Concerns regarding the overuse of NSAIDs in competition are 2-fold (MacAllister et al. 1993; Foreman et al. 2008, 2010). First, it is possible that NSAID use may provide an unfair advantage in that an unsound horse may, with medication, be able to compete on an equal plane with one which is innately sound and that requires no external medication. This concern is one of fairness and in the lay press recently has been referred to as masking, or the use of an NSAID to hide a lameness (as opposed to the more traditional use of the term masking to refer to the use of one medication to inhibit detection or hide the use of another prohibited medication, e.g. frusemide used to dilute urine). The second concern is one of toxicity. There is a considerable amount of data which shows that NSAIDs in normal or excessive dosages can precipitate a wide array of clinical problems in horses and ponies (Snow et al. 1979, 1980, 1981; Traub et al. 1983; Collins and Tyler 1985; MacAllister et al. 1993; Reed et al. 2006). These diseases include gastric ulceration, right dorsal colitis, renal papillary necrosis and renal tubular disease (MacAllister et al. 1993).

Other experimental models of pain in horses require the permanent disfigurement or death of the experimental subjects. These models include dental dolorimetry (Brunson and Majors 1987; Brunson et al. 1987), caecal balloon catheters (Lowe 1978; Pippi and Lumb 1979; Pippi et al. 1979; Kalpravidh et al. 1984a,b; Muir and Robertson 1985) and induction of irreversible arthritis with either chemical or bacterial injection of the joint or cartilage damaged induced by surgical intervention (McIlwraith and Van Sickle 1981; Bertone et al. 1988; Frisbie et al. 2007; Kawcak et al. 2007). A model describing the use of heat generated either from topical light sources focused on the skin surface, or from deeply implanted electrodes, has been previously described (Pippi et al. 1979; Kalpravidh et al. 1984a,b) but its correlation to clinical musculoskeletal pain relief has been questioned (Foreman et al. 2008). As we have stated previously (Foreman et al. 2008), ‘clearly the shoeing model is more humane in that it does not require the “irreversible consumption” of large numbers of horses with surgical implantations or devices, or induction of irreversible arthritis, to arrive at objective assessments of musculoskeletal pain responsiveness'.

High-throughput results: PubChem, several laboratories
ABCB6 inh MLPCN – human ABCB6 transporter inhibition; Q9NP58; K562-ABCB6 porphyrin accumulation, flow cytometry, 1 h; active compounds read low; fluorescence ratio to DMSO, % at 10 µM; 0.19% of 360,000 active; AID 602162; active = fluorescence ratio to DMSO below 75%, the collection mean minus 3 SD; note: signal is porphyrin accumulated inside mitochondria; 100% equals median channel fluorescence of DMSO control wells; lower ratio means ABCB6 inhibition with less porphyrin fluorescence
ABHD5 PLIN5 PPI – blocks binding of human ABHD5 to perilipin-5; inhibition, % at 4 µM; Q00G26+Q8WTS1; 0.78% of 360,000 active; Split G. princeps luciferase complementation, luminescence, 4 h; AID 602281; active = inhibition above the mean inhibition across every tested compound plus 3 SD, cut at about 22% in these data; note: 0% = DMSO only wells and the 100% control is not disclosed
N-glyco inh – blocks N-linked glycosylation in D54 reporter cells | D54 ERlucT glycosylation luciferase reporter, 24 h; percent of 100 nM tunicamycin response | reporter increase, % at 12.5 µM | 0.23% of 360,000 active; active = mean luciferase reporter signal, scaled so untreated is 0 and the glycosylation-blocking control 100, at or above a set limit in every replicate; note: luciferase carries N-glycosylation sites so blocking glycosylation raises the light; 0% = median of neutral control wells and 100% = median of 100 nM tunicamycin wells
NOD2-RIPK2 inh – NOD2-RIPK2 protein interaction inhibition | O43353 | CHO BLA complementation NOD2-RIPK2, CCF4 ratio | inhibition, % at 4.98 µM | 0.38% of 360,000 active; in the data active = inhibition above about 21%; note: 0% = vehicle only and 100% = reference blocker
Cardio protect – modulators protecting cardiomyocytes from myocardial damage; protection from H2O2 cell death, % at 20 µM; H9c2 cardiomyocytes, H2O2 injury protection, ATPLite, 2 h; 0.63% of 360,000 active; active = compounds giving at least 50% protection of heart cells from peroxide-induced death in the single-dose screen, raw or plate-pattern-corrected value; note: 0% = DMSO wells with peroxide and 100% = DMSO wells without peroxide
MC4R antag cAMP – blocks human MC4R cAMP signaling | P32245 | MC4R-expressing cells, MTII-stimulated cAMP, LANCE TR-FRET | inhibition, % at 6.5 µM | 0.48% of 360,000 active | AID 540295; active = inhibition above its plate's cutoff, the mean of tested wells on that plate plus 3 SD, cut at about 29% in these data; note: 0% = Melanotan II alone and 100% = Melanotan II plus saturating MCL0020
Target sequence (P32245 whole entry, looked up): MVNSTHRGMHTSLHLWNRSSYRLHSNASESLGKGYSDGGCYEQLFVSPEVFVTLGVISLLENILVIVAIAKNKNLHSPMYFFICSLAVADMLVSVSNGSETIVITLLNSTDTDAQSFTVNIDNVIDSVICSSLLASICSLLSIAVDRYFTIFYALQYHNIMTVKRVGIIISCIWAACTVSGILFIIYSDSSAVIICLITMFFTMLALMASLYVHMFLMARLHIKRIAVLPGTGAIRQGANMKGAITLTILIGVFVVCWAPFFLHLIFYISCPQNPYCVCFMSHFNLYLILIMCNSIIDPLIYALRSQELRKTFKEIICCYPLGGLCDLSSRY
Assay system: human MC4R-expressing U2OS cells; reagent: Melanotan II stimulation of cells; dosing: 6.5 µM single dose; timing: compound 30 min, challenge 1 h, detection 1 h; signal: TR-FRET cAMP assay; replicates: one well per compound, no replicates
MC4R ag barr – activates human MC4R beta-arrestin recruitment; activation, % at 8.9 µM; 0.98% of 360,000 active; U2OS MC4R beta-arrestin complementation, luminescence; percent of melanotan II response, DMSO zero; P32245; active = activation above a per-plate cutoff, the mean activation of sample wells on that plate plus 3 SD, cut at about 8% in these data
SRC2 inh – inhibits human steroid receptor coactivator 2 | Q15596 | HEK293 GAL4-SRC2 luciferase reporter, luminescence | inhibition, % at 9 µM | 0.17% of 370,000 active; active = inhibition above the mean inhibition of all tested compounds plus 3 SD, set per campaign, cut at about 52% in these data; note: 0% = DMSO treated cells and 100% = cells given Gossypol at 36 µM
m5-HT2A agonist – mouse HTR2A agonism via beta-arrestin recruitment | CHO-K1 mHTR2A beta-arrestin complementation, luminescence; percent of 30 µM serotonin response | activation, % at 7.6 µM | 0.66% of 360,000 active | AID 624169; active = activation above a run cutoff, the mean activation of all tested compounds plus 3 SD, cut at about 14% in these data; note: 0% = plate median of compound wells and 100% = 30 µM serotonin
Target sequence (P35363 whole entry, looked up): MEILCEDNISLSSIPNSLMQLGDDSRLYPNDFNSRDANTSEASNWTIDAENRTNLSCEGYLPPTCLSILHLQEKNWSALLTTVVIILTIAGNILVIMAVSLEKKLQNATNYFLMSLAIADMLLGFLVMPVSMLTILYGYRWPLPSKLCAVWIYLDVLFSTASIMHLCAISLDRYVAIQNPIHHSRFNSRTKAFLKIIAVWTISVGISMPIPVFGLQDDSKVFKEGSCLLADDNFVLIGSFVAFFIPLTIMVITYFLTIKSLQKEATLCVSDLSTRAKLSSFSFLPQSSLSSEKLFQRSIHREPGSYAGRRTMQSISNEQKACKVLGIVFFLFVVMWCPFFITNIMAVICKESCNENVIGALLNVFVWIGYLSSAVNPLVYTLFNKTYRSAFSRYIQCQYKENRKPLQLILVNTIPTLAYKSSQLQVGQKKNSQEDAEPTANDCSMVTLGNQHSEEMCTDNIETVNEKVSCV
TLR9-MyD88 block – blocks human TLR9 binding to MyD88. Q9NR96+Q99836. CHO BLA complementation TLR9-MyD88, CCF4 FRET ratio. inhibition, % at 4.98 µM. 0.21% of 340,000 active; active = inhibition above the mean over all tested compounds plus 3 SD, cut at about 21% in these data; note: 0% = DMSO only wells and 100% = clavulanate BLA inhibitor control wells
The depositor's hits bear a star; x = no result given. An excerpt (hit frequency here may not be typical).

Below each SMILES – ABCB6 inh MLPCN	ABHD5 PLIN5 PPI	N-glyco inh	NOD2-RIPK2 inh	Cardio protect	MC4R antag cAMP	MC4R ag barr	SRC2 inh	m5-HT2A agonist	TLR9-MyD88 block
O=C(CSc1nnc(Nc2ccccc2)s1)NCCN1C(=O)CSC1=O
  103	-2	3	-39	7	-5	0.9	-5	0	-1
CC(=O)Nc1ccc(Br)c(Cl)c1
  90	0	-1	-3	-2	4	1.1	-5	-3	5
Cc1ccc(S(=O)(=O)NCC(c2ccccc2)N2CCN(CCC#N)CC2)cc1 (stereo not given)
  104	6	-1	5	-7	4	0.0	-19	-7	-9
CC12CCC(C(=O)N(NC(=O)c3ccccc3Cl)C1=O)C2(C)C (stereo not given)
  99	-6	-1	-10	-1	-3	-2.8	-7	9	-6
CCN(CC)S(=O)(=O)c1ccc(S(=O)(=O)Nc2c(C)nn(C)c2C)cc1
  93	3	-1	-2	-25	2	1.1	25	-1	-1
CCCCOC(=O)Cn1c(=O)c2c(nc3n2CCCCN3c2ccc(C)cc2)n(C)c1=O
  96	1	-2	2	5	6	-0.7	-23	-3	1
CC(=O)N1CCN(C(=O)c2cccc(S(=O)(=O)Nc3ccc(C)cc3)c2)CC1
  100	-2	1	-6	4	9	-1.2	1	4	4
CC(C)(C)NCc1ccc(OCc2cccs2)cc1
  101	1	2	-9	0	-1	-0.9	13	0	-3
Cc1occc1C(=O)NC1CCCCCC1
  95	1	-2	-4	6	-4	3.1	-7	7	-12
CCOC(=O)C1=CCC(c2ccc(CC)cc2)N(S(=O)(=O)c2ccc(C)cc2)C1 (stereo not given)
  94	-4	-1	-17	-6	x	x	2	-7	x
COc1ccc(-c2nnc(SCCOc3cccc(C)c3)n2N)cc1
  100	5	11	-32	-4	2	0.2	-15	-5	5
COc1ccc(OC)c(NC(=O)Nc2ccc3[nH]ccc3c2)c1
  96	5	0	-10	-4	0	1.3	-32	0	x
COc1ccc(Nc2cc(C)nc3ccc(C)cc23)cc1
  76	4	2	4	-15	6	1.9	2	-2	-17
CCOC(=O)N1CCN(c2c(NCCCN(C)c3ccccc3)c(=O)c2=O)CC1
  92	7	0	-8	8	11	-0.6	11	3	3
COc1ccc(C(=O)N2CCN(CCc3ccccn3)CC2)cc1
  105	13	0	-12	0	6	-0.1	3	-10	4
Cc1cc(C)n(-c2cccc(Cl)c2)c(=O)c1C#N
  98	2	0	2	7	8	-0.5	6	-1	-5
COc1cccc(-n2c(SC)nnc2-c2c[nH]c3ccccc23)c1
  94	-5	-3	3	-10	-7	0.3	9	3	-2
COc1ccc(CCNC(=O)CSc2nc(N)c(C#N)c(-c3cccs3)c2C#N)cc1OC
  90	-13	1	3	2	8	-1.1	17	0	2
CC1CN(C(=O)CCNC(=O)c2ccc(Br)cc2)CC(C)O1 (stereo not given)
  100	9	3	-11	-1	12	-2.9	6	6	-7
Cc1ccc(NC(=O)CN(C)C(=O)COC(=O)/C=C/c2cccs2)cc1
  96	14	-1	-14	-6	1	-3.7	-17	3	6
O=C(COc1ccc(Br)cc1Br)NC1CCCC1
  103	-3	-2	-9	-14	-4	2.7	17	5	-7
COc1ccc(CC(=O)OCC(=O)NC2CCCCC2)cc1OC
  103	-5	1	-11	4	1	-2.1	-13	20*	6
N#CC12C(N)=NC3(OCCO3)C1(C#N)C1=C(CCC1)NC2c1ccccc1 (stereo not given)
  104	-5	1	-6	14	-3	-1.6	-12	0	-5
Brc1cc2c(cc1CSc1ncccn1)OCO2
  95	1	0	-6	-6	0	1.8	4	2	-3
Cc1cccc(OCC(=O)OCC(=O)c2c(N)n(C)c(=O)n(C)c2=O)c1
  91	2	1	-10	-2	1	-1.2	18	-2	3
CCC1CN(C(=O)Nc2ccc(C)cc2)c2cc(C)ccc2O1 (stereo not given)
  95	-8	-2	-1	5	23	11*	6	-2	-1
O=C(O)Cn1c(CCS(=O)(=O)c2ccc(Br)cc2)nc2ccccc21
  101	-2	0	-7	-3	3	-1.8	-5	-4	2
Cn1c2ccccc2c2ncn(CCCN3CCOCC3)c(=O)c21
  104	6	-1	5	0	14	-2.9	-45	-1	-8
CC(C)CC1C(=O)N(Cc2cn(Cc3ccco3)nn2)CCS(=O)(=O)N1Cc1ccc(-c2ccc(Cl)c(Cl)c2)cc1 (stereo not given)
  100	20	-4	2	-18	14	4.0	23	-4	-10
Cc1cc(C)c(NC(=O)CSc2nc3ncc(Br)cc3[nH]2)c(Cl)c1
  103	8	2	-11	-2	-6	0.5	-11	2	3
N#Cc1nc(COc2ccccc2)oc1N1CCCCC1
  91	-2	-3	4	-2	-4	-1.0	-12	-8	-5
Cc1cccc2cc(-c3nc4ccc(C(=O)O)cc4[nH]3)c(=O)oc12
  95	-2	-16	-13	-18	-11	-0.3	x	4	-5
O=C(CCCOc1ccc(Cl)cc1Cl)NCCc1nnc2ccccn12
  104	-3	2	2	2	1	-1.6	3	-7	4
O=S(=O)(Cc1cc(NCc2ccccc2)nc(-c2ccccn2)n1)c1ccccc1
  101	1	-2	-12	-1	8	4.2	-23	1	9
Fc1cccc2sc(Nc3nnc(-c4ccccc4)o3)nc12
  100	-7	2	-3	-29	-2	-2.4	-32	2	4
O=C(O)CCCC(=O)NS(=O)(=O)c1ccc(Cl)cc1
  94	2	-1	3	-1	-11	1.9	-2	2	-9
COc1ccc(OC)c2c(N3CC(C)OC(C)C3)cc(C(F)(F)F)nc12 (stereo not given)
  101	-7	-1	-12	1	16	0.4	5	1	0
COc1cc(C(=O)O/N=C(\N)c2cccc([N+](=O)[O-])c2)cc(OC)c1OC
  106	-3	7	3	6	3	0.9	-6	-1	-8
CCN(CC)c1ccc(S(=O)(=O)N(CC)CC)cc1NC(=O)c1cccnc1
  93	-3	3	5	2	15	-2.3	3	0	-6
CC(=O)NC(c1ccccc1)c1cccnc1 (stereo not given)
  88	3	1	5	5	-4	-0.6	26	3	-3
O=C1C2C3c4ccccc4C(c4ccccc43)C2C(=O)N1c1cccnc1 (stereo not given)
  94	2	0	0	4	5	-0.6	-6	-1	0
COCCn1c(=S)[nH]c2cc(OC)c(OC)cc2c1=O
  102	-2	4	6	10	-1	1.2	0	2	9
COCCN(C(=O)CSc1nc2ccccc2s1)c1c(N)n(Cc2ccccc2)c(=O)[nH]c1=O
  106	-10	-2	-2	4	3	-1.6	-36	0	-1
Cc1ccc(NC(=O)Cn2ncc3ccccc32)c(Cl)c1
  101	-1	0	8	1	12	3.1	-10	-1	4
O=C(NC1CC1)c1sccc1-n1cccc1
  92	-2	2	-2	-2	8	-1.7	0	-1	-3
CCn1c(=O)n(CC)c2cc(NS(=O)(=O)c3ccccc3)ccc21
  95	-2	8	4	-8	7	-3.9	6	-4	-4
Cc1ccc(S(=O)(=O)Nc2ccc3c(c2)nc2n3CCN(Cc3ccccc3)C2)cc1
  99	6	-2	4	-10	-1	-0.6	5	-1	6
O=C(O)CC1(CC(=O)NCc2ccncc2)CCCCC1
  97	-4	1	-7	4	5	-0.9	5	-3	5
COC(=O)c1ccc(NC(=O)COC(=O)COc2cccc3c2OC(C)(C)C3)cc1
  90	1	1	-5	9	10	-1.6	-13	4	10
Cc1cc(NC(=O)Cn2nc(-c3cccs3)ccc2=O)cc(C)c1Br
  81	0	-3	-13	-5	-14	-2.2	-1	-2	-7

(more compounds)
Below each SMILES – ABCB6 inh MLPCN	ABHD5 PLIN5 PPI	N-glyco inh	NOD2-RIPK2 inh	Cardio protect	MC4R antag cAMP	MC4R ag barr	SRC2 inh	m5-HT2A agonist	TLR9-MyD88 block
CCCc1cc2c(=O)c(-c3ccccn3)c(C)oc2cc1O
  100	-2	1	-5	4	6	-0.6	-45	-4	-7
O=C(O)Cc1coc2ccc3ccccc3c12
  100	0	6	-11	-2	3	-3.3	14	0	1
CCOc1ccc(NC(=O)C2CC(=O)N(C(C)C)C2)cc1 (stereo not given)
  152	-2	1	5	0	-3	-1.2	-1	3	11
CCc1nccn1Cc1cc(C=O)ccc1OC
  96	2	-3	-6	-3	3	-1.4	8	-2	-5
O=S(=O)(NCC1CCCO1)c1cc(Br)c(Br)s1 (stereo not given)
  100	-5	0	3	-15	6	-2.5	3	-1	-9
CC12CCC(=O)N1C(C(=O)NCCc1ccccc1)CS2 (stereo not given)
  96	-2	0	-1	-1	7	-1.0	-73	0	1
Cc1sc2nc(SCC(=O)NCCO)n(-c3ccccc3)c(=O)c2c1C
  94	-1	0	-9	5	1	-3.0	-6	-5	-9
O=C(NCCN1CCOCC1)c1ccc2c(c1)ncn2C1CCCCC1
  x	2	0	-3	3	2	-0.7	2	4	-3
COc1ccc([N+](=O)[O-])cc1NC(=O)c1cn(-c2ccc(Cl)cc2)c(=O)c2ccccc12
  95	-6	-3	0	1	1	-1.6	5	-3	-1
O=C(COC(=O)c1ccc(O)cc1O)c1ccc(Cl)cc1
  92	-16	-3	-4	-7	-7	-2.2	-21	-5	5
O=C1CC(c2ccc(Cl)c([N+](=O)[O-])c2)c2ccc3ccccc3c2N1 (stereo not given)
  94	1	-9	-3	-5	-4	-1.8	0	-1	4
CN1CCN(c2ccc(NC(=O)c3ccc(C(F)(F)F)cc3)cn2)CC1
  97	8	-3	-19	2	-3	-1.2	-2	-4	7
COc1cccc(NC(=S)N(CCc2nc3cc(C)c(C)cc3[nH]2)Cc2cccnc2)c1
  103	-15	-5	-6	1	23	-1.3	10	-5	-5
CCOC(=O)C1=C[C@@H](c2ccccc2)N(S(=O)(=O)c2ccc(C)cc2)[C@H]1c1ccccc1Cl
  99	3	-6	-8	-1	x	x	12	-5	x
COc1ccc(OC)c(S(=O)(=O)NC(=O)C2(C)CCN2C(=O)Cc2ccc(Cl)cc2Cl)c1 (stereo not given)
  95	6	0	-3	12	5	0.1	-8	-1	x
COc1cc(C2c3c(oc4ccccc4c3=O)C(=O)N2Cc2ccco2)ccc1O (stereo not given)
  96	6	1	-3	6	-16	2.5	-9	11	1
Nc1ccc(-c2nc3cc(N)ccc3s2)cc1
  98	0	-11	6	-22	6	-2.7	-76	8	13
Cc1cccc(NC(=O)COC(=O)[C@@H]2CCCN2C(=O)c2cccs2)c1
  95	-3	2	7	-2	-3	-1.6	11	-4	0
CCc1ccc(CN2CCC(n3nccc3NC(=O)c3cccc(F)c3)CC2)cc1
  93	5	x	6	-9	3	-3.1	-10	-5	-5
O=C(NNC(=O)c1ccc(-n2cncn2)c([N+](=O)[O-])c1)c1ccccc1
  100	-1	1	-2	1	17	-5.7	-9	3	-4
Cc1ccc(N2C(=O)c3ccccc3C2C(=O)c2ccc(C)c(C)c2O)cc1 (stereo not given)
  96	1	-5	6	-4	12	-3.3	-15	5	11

As to the effectiveness of the model in mimicking the NSAID response of horses with acute or chronic pain related to inflammation (of the joint, for instance), we can state that, although rare, we have inadvertently created foot abscesses in subjects using this model for studying analgesic efficacy (J.H. Foreman, unpublished data and personal observation). While it has been suggested that our model does not create inflammation, one must question the accuracy of that statement if we have created, however inadvertently, foot abscesses with weekly application of toe pressure for no more than 3–4 consecutive weeks. Instron testing data from cadaver specimens have shown that the mechanical heart bar shoe concavely deforms the palmar surface of the foot and distal phalanx, thus likely provoking an inflammatory response in the soft and bony tissues of the foot (C. Koblik, unpublished data). Even pressure alone results in inflammation. We make no claims here that our model mimics chronic mild joint inflammation that might receive similar treatments by practitioners but these data presented here clearly show that acute lameness in this model is attenuated for 12 h by the use of one or both of the NSAIDs studied here.

We conclude from these data that the combination of PBZ+FM was not more efficacious than PBZ or FM alone using this model of acute pain. These data do not support the hypothesis that the combination of FM and PBZ is more efficacious than a single NSAID when administered in this manner. If there is no greater analgesic efficacy with the combination and there is a demonstrated increase in toxicity with a combination of oral half-dose PBZ and i.v. single-dose FM (Reed et al. 2006), then it is logical to limit the use of both compounds simultaneously to prevent proven toxicity without demonstrable efficacy.

Authors' declaration of interests

No conflicts of interest have been declared.

Source of funding

Funded by the Grayson/Jockey Club Foundation, Keeneland Racing Association, Thoroughbred Owners and Breeders Association, Kentucky Thoroughbred Association, and the Maria Caleel Fund for Equine Sports Medicine Research at the University of Illinois.


The authors thank Drs. Jason Bundy and Keith Zientek for technical assistance.

Manufacturers' addresses

1 Butler Co, Columbus, Ohio, USA.

2 Schering-Plough Animal Health, Kenilworth, New Jersey, USA.